Ceria-based solid solutions are promising electrolytes for intermediate-temperature, solid oxide fuel cells. The effect of a dry, high-energy, ball-milling process on the sintering and densification behaviour of coprecipitated ceria-based powders is investigated by means of X-ray diffraction, Brunauer-Emmett-Teller (BET) surface-area measurements, density measurements, and electron microscopy. The dry ball-milling process leads to (i) a larger specific surface-area with weak agglomeration; (ii) rearrangement of grains into dense granules; (iii) a higher green density. These effects significantly reduce sintering temperatures and promote densification of ceria-based ceramics. Moreover, a comparison is made of the sintering behaviour and ionic conductivity of the milled samples with and without cobalt oxide doping. Cobalt oxide is a very effective sintering aid, but usually results in an enlarged grain-boundary effect for Si-containing samples. Thus, since SiO2 is a ubiquitous background impurity in both raw materials and ceramic processing, the dry ball-milling process is a more feasible method for improving the sinterability of coprecipitated ceria-based powders.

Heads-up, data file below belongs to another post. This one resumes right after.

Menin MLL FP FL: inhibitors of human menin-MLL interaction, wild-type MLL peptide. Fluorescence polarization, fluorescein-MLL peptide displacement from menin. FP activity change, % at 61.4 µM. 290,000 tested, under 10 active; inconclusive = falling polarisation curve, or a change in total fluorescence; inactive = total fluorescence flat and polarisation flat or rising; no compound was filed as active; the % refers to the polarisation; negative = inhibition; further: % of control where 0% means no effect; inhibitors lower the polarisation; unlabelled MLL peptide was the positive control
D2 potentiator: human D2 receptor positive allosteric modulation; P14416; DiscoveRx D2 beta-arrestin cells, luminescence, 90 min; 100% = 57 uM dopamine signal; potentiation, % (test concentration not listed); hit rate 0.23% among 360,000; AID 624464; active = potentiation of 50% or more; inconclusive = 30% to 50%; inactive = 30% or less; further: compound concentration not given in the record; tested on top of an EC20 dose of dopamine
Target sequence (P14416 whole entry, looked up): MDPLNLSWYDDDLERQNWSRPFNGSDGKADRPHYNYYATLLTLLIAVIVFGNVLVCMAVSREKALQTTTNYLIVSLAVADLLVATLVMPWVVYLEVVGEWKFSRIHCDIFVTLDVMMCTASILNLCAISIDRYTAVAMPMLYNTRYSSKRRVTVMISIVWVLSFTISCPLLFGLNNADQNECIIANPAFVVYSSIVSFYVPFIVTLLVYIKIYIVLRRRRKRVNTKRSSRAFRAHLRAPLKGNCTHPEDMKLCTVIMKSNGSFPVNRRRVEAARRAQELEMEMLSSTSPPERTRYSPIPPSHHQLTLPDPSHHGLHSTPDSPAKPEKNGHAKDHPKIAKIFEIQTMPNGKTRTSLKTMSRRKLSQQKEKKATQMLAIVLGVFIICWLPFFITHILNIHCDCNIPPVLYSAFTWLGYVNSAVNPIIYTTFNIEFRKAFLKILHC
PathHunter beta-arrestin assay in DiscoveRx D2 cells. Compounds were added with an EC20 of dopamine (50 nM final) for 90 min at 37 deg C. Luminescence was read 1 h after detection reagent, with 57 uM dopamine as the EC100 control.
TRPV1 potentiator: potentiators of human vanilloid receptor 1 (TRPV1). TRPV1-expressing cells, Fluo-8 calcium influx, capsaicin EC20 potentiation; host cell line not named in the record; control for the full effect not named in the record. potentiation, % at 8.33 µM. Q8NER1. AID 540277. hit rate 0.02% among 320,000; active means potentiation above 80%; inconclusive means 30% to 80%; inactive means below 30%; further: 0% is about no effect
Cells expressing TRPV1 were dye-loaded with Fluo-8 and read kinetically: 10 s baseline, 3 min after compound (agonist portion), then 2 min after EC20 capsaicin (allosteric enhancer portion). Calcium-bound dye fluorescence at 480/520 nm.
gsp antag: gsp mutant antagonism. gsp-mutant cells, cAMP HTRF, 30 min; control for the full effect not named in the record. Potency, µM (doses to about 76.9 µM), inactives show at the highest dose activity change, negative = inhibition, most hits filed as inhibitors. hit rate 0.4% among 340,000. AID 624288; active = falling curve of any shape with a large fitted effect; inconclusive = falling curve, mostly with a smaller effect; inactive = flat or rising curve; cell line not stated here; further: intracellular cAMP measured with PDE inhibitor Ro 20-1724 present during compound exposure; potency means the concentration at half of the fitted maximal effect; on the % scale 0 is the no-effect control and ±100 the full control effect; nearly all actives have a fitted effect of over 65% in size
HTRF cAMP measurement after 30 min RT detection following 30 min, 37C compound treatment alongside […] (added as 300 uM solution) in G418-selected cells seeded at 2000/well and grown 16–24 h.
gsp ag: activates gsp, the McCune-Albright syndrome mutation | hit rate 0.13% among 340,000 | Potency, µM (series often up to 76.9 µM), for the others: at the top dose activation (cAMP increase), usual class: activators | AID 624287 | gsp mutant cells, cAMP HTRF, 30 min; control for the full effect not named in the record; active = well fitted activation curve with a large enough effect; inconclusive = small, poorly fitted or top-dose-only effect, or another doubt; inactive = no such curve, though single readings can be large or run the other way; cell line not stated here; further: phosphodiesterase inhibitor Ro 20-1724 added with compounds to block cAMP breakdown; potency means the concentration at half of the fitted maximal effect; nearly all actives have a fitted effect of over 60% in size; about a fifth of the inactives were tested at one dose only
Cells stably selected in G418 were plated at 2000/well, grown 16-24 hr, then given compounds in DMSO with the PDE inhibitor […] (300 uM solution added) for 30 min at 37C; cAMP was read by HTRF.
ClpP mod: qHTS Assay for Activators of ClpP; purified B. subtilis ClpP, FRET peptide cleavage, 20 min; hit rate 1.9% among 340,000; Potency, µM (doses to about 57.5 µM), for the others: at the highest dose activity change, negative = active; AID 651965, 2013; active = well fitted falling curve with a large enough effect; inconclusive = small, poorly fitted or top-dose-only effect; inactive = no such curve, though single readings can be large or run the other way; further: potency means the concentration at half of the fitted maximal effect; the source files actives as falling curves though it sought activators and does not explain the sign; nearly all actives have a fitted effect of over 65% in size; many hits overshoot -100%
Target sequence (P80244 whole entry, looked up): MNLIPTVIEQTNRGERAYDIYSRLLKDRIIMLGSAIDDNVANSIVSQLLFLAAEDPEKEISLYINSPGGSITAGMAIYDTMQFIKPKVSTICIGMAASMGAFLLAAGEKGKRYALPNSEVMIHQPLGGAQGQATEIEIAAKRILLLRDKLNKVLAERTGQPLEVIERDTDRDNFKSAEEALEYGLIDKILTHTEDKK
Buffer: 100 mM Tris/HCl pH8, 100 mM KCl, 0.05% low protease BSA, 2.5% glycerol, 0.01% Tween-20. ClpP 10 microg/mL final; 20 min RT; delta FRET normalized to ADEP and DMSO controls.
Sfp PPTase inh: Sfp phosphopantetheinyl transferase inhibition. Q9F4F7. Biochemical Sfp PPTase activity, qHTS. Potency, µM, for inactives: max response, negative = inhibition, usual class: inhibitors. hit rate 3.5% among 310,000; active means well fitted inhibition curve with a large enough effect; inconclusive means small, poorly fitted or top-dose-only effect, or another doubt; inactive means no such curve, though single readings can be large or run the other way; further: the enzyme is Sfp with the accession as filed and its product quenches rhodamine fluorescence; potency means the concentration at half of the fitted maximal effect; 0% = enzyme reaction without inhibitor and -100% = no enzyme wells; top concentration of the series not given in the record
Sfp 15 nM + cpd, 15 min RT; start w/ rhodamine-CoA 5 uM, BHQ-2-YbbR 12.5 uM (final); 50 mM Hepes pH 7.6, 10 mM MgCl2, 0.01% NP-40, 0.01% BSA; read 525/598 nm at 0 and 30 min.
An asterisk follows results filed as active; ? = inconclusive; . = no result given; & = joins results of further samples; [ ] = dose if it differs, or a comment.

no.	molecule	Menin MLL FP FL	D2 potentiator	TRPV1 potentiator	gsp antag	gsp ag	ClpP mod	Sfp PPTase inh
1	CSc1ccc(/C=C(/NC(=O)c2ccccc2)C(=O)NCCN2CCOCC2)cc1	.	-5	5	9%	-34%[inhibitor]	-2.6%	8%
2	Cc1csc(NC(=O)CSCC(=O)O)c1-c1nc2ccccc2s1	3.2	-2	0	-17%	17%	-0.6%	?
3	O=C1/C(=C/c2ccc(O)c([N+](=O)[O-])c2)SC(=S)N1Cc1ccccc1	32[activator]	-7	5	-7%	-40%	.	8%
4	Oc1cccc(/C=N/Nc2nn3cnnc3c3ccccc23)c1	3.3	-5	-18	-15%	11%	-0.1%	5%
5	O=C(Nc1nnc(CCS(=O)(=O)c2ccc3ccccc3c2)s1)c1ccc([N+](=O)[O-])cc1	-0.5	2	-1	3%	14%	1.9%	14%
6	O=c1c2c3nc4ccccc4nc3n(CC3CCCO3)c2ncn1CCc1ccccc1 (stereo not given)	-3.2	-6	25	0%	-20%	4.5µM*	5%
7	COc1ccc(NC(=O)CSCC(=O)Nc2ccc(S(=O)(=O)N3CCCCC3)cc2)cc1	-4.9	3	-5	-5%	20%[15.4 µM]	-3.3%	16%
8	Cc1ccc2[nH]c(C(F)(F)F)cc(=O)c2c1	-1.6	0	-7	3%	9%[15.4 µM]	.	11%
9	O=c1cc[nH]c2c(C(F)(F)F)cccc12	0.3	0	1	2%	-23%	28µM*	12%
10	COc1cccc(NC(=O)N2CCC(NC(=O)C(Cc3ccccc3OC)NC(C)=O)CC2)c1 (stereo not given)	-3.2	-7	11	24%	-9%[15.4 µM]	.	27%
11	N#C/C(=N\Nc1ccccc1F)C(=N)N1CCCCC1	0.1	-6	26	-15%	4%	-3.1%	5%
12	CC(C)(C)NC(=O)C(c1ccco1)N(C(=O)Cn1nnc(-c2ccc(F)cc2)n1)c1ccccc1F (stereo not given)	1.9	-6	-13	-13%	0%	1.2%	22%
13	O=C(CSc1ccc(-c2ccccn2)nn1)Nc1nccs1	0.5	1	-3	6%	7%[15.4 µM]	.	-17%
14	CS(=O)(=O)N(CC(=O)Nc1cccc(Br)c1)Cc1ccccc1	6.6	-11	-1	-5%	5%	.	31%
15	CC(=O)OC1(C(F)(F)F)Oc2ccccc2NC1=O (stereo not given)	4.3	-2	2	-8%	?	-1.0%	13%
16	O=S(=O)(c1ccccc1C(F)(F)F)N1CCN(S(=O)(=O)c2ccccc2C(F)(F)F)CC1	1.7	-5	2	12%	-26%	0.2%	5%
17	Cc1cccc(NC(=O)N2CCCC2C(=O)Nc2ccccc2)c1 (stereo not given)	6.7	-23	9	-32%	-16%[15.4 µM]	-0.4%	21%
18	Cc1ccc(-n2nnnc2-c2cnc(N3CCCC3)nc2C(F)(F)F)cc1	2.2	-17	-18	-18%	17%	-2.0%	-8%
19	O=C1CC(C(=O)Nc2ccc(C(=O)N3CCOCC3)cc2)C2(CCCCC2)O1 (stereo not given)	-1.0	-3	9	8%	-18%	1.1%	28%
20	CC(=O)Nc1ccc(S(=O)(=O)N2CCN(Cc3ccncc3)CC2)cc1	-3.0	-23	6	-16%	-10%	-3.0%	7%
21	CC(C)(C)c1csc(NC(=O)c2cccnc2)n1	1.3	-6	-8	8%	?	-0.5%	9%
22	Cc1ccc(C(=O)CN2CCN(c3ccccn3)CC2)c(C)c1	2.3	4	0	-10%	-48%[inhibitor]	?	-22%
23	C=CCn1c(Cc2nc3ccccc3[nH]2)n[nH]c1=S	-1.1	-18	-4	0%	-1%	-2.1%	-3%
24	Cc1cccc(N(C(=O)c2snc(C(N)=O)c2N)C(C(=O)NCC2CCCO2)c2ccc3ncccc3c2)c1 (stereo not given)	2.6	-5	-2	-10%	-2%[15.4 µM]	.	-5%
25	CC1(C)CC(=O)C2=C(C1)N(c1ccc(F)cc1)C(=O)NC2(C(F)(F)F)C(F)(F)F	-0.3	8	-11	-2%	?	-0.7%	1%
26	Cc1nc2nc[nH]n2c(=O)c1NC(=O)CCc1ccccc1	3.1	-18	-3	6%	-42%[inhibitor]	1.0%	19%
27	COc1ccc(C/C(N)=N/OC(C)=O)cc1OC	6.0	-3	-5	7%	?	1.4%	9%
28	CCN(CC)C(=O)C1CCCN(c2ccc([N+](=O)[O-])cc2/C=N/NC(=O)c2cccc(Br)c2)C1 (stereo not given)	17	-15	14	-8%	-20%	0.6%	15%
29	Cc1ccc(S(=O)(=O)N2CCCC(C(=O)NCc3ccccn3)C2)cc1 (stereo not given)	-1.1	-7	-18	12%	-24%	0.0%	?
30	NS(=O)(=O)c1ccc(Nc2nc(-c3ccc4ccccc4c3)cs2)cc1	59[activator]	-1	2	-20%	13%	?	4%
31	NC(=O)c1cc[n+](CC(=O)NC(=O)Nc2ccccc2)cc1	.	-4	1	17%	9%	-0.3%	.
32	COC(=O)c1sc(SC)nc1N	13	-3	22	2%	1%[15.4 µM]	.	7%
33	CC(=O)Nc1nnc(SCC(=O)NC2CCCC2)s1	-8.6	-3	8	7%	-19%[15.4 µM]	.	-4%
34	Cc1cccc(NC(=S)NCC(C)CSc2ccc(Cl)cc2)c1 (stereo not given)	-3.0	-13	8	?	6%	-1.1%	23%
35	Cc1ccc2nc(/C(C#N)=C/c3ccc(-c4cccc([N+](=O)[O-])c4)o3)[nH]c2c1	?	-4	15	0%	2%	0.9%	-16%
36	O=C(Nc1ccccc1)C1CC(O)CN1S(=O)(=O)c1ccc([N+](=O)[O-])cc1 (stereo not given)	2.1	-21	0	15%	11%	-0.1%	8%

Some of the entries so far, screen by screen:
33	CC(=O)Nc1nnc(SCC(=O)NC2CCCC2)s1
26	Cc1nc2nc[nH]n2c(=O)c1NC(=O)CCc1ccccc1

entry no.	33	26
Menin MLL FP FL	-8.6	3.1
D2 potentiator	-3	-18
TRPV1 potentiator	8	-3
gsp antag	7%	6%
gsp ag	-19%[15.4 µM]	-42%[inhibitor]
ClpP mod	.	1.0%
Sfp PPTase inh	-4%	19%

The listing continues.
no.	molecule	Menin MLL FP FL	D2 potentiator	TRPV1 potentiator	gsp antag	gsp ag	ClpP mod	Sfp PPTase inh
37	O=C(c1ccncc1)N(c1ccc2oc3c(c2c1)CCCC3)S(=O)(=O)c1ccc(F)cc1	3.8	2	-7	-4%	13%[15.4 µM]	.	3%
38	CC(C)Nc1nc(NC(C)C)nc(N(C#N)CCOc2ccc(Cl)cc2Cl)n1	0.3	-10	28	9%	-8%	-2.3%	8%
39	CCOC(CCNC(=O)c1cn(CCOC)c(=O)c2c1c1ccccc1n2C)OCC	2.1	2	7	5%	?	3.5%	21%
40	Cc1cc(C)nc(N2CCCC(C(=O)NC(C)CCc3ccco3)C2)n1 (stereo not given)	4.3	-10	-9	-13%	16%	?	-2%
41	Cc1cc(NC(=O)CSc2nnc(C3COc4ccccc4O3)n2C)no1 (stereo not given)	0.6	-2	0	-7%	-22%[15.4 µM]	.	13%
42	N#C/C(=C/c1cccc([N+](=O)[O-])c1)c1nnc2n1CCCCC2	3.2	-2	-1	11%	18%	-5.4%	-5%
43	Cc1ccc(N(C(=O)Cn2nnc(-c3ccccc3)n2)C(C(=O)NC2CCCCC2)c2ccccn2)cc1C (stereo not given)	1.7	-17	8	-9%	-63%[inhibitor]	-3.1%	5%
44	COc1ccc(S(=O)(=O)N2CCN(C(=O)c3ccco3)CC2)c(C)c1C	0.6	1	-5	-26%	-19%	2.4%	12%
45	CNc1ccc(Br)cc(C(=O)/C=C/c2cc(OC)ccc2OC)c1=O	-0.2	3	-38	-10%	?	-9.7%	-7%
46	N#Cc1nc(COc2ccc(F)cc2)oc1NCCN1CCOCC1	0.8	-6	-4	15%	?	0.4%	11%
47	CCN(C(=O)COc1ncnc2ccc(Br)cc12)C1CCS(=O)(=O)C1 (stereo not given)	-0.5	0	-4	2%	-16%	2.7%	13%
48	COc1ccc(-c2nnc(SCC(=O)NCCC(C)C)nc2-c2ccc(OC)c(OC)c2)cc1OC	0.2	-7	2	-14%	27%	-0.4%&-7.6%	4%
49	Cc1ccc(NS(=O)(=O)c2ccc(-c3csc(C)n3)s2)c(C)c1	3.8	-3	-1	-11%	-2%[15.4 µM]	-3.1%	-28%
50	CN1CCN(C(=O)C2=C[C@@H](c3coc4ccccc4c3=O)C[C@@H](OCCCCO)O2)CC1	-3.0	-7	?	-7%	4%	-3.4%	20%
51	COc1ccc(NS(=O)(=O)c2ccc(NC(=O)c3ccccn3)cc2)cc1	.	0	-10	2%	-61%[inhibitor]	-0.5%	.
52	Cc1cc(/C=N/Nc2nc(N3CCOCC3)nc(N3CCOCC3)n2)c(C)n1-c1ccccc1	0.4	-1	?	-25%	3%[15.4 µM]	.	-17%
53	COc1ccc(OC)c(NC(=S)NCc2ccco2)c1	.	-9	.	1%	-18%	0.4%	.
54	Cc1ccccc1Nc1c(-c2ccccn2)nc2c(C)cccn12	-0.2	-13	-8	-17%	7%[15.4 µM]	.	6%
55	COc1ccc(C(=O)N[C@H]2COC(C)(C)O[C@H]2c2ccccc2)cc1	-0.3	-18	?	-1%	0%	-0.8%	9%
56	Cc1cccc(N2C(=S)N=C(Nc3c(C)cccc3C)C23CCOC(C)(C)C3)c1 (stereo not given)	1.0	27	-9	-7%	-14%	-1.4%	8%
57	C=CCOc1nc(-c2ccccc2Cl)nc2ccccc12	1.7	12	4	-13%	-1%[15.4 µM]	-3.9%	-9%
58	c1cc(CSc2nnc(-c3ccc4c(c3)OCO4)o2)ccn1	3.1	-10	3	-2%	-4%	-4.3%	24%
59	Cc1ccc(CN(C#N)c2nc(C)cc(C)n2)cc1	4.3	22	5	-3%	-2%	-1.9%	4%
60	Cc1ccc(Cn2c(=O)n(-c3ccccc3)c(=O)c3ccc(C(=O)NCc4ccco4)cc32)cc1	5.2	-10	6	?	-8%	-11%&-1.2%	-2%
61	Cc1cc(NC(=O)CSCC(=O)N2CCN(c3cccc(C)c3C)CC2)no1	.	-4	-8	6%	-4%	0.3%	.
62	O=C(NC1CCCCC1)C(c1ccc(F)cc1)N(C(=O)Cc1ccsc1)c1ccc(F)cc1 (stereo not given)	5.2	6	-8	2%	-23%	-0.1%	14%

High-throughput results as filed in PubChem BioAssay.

All Science Journal Classification (ASJC) codes
- Renewable Energy, Sustainability and the Environment
- Energy Engineering and Power Technology
- Physical and Theoretical Chemistry
- Electrical and Electronic Engineering